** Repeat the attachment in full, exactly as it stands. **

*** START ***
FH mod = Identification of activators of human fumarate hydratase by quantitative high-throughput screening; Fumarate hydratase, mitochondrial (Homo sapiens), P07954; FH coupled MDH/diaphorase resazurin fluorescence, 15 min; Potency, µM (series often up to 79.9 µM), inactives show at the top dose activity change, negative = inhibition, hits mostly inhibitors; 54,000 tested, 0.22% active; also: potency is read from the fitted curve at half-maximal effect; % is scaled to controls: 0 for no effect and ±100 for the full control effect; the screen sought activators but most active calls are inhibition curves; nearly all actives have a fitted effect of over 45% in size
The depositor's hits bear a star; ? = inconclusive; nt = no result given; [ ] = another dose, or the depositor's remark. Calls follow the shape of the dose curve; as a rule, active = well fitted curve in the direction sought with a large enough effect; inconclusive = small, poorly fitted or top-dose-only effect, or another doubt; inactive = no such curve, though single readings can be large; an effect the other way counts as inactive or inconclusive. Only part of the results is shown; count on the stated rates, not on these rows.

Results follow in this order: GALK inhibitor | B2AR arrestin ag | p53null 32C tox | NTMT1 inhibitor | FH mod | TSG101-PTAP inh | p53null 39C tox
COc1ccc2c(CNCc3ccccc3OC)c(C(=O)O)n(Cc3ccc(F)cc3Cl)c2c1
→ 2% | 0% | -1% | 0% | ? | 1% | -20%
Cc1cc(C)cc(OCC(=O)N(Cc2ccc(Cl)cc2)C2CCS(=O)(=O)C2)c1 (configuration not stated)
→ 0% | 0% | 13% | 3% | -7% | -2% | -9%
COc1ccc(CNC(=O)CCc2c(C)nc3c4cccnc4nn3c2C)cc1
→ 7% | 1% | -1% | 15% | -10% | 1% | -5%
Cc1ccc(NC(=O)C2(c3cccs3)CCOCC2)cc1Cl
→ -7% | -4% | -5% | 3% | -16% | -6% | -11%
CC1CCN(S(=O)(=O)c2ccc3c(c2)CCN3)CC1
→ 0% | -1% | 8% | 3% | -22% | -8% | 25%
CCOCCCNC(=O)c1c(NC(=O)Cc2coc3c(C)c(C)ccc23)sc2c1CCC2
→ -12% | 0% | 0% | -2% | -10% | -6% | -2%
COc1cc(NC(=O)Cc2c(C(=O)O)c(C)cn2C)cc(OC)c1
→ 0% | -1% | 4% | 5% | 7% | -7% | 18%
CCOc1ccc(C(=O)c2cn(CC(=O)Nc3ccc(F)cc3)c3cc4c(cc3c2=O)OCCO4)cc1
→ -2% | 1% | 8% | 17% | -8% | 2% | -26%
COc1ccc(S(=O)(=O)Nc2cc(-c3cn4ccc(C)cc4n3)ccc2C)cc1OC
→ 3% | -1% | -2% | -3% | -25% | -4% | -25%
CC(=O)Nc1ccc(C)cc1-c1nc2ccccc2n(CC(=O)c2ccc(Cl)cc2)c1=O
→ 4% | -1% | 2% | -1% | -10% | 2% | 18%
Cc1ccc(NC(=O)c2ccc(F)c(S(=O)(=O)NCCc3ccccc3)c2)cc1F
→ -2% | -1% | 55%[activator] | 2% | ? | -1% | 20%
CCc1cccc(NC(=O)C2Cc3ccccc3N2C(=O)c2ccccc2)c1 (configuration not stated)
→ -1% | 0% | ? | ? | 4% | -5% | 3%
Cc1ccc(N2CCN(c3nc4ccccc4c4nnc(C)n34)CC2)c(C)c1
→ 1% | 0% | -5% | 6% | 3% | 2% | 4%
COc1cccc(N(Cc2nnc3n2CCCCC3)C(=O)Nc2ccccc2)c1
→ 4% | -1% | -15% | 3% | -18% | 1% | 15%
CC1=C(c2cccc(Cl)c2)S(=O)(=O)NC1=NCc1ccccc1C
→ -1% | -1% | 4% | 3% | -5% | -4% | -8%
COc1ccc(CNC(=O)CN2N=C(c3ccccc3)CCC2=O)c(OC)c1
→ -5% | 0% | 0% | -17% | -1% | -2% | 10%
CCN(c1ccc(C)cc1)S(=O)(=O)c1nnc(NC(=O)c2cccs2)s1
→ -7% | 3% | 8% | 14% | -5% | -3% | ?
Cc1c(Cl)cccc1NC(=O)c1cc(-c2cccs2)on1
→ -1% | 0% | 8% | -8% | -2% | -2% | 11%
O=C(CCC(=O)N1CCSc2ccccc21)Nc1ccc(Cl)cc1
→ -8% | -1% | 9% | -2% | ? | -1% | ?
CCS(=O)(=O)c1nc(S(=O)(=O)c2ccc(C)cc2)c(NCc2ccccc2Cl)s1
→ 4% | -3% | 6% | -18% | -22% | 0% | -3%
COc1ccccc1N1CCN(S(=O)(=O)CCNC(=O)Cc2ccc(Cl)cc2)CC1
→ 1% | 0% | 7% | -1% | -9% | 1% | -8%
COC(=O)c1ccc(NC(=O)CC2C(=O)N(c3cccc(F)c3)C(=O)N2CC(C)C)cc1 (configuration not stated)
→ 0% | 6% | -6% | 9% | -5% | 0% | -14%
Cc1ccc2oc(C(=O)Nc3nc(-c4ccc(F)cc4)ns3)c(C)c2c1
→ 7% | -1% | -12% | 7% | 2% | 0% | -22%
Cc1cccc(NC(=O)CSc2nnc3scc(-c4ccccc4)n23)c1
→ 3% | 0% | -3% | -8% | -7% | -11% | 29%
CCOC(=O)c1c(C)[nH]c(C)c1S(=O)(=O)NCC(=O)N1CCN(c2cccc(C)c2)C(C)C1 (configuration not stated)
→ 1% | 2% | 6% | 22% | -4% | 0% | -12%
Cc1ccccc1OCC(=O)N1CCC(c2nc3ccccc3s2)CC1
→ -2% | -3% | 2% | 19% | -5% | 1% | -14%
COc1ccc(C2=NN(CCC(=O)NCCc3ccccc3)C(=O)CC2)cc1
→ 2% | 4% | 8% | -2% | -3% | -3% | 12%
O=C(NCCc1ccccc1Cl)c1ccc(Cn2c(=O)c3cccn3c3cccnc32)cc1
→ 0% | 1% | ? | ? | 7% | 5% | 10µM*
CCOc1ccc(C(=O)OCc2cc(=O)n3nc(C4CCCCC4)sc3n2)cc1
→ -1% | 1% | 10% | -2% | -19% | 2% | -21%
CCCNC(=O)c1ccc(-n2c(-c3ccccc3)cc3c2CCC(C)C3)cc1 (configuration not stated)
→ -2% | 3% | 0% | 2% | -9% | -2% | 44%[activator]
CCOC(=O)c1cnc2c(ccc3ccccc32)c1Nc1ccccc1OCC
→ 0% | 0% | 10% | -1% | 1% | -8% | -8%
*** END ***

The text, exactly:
FH mod = Identification of activators of human fumarate hydratase by quantitative high-throughput screening; Fumarate hydratase, mitochondrial (Homo sapiens), P07954; FH coupled MDH/diaphorase resazurin fluorescence, 15 min; Potency, µM (series often up to 79.9 µM), inactives show at the top dose activity change, negative = inhibition, hits mostly inhibitors; 54,000 tested, 0.22% active; also: potency is read from the fitted curve at half-maximal effect; % is scaled to controls: 0 for no effect and ±100 for the full control effect; the screen sought activators but most active calls are inhibition curves; nearly all actives have a fitted effect of over 45% in size
The depositor's hits bear a star; ? = inconclusive; nt = no result given; [ ] = another dose, or the depositor's remark. Calls follow the shape of the dose curve; as a rule, active = well fitted curve in the direction sought with a large enough effect; inconclusive = small, poorly fitted or top-dose-only effect, or another doubt; inactive = no such curve, though single readings can be large; an effect the other way counts as inactive or inconclusive. Only part of the results is shown; count on the stated rates, not on these rows.

Results follow in this order: GALK inhibitor | B2AR arrestin ag | p53null 32C tox | NTMT1 inhibitor | FH mod | TSG101-PTAP inh | p53null 39C tox
COc1ccc2c(CNCc3ccccc3OC)c(C(=O)O)n(Cc3ccc(F)cc3Cl)c2c1
→ 2% | 0% | -1% | 0% | ? | 1% | -20%
Cc1cc(C)cc(OCC(=O)N(Cc2ccc(Cl)cc2)C2CCS(=O)(=O)C2)c1 (configuration not stated)
→ 0% | 0% | 13% | 3% | -7% | -2% | -9%
COc1ccc(CNC(=O)CCc2c(C)nc3c4cccnc4nn3c2C)cc1
→ 7% | 1% | -1% | 15% | -10% | 1% | -5%
Cc1ccc(NC(=O)C2(c3cccs3)CCOCC2)cc1Cl
→ -7% | -4% | -5% | 3% | -16% | -6% | -11%
CC1CCN(S(=O)(=O)c2ccc3c(c2)CCN3)CC1
→ 0% | -1% | 8% | 3% | -22% | -8% | 25%
CCOCCCNC(=O)c1c(NC(=O)Cc2coc3c(C)c(C)ccc23)sc2c1CCC2
→ -12% | 0% | 0% | -2% | -10% | -6% | -2%
COc1cc(NC(=O)Cc2c(C(=O)O)c(C)cn2C)cc(OC)c1
→ 0% | -1% | 4% | 5% | 7% | -7% | 18%
CCOc1ccc(C(=O)c2cn(CC(=O)Nc3ccc(F)cc3)c3cc4c(cc3c2=O)OCCO4)cc1
→ -2% | 1% | 8% | 17% | -8% | 2% | -26%
COc1ccc(S(=O)(=O)Nc2cc(-c3cn4ccc(C)cc4n3)ccc2C)cc1OC
→ 3% | -1% | -2% | -3% | -25% | -4% | -25%
CC(=O)Nc1ccc(C)cc1-c1nc2ccccc2n(CC(=O)c2ccc(Cl)cc2)c1=O
→ 4% | -1% | 2% | -1% | -10% | 2% | 18%
Cc1ccc(NC(=O)c2ccc(F)c(S(=O)(=O)NCCc3ccccc3)c2)cc1F
→ -2% | -1% | 55%[activator] | 2% | ? | -1% | 20%
CCc1cccc(NC(=O)C2Cc3ccccc3N2C(=O)c2ccccc2)c1 (configuration not stated)
→ -1% | 0% | ? | ? | 4% | -5% | 3%
Cc1ccc(N2CCN(c3nc4ccccc4c4nnc(C)n34)CC2)c(C)c1
→ 1% | 0% | -5% | 6% | 3% | 2% | 4%
COc1cccc(N(Cc2nnc3n2CCCCC3)C(=O)Nc2ccccc2)c1
→ 4% | -1% | -15% | 3% | -18% | 1% | 15%
CC1=C(c2cccc(Cl)c2)S(=O)(=O)NC1=NCc1ccccc1C
→ -1% | -1% | 4% | 3% | -5% | -4% | -8%
COc1ccc(CNC(=O)CN2N=C(c3ccccc3)CCC2=O)c(OC)c1
→ -5% | 0% | 0% | -17% | -1% | -2% | 10%
CCN(c1ccc(C)cc1)S(=O)(=O)c1nnc(NC(=O)c2cccs2)s1
→ -7% | 3% | 8% | 14% | -5% | -3% | ?
Cc1c(Cl)cccc1NC(=O)c1cc(-c2cccs2)on1
→ -1% | 0% | 8% | -8% | -2% | -2% | 11%
O=C(CCC(=O)N1CCSc2ccccc21)Nc1ccc(Cl)cc1
→ -8% | -1% | 9% | -2% | ? | -1% | ?
CCS(=O)(=O)c1nc(S(=O)(=O)c2ccc(C)cc2)c(NCc2ccccc2Cl)s1
→ 4% | -3% | 6% | -18% | -22% | 0% | -3%
COc1ccccc1N1CCN(S(=O)(=O)CCNC(=O)Cc2ccc(Cl)cc2)CC1
→ 1% | 0% | 7% | -1% | -9% | 1% | -8%
COC(=O)c1ccc(NC(=O)CC2C(=O)N(c3cccc(F)c3)C(=O)N2CC(C)C)cc1 (configuration not stated)
→ 0% | 6% | -6% | 9% | -5% | 0% | -14%
Cc1ccc2oc(C(=O)Nc3nc(-c4ccc(F)cc4)ns3)c(C)c2c1
→ 7% | -1% | -12% | 7% | 2% | 0% | -22%
Cc1cccc(NC(=O)CSc2nnc3scc(-c4ccccc4)n23)c1
→ 3% | 0% | -3% | -8% | -7% | -11% | 29%
CCOC(=O)c1c(C)[nH]c(C)c1S(=O)(=O)NCC(=O)N1CCN(c2cccc(C)c2)C(C)C1 (configuration not stated)
→ 1% | 2% | 6% | 22% | -4% | 0% | -12%
Cc1ccccc1OCC(=O)N1CCC(c2nc3ccccc3s2)CC1
→ -2% | -3% | 2% | 19% | -5% | 1% | -14%
COc1ccc(C2=NN(CCC(=O)NCCc3ccccc3)C(=O)CC2)cc1
→ 2% | 4% | 8% | -2% | -3% | -3% | 12%
O=C(NCCc1ccccc1Cl)c1ccc(Cn2c(=O)c3cccn3c3cccnc32)cc1
→ 0% | 1% | ? | ? | 7% | 5% | 10µM*
CCOc1ccc(C(=O)OCc2cc(=O)n3nc(C4CCCCC4)sc3n2)cc1
→ -1% | 1% | 10% | -2% | -19% | 2% | -21%
CCCNC(=O)c1ccc(-n2c(-c3ccccc3)cc3c2CCC(C)C3)cc1 (configuration not stated)
→ -2% | 3% | 0% | 2% | -9% | -2% | 44%[activator]
CCOC(=O)c1cnc2c(ccc3ccccc32)c1Nc1ccccc1OCC
→ 0% | 0% | 10% | -1% | 1% | -8% | -8%